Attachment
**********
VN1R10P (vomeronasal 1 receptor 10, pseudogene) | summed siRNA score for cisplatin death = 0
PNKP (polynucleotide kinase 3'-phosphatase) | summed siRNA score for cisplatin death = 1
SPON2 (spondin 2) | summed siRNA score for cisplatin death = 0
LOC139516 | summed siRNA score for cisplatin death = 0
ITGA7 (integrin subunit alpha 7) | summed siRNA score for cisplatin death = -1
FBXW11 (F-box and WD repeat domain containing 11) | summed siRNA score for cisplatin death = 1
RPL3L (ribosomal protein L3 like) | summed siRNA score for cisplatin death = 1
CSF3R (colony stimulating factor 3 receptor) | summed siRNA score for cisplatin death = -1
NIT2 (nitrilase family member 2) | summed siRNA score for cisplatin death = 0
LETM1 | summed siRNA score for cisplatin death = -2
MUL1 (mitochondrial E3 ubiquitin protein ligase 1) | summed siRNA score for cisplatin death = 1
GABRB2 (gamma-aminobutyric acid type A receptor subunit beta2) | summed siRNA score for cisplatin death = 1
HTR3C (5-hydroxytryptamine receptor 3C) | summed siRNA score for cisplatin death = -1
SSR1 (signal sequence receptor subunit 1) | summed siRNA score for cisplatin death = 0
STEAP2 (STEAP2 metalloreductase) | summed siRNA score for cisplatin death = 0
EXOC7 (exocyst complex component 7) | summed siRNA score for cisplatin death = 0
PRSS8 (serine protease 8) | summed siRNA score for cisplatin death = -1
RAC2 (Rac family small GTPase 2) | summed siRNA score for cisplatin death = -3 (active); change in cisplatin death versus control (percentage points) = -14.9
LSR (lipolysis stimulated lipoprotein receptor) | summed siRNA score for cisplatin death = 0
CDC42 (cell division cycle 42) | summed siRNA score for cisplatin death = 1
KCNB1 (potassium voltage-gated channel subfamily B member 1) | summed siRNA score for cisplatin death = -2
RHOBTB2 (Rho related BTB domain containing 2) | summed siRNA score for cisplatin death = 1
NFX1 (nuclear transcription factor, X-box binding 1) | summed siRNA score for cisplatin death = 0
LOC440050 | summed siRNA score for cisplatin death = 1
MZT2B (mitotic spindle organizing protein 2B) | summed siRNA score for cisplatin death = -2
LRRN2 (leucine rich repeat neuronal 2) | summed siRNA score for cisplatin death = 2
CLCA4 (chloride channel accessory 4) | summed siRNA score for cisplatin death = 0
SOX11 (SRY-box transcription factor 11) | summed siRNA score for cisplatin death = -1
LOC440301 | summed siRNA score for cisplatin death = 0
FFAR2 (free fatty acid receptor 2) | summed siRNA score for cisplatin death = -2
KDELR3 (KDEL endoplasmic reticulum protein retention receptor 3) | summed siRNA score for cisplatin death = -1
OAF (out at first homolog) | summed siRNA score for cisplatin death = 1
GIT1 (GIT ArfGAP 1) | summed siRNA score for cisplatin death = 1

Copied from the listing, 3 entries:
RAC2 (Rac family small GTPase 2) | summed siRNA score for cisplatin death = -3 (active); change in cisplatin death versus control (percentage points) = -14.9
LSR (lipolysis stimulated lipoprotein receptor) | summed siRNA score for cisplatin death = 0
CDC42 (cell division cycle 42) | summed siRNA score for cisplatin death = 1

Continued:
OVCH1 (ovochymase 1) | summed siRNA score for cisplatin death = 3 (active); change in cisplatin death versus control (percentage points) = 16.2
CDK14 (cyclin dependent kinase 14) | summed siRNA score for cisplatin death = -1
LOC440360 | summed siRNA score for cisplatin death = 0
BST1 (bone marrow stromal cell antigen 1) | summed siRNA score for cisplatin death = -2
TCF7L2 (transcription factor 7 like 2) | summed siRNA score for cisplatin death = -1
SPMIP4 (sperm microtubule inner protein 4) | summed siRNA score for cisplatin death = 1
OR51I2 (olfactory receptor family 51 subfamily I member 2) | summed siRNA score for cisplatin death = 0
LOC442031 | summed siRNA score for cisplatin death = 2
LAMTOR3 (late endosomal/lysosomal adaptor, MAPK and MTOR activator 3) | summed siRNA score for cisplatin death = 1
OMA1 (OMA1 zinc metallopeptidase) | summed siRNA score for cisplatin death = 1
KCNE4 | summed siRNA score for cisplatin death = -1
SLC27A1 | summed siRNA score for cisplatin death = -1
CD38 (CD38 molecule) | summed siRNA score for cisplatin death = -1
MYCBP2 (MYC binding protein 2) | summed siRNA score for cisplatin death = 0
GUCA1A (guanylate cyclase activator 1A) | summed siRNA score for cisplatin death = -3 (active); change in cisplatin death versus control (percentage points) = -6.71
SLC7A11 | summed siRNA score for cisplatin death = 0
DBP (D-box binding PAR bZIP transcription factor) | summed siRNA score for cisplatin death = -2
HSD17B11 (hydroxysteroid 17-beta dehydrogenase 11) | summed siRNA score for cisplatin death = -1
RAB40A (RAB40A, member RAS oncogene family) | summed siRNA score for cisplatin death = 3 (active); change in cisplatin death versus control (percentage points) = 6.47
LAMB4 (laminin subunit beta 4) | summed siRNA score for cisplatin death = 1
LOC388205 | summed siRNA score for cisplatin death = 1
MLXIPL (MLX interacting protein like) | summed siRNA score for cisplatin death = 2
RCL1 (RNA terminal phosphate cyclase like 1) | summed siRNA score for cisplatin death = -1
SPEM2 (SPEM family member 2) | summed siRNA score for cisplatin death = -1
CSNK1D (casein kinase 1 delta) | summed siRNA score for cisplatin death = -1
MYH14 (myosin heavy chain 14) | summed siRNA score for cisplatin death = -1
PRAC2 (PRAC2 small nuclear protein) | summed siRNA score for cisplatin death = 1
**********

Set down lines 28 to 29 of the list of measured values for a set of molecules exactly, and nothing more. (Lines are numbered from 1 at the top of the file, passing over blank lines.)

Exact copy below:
SOX11 (SRY-box transcription factor 11) | summed siRNA score for cisplatin death = -1
LOC440301 | summed siRNA score for cisplatin death = 0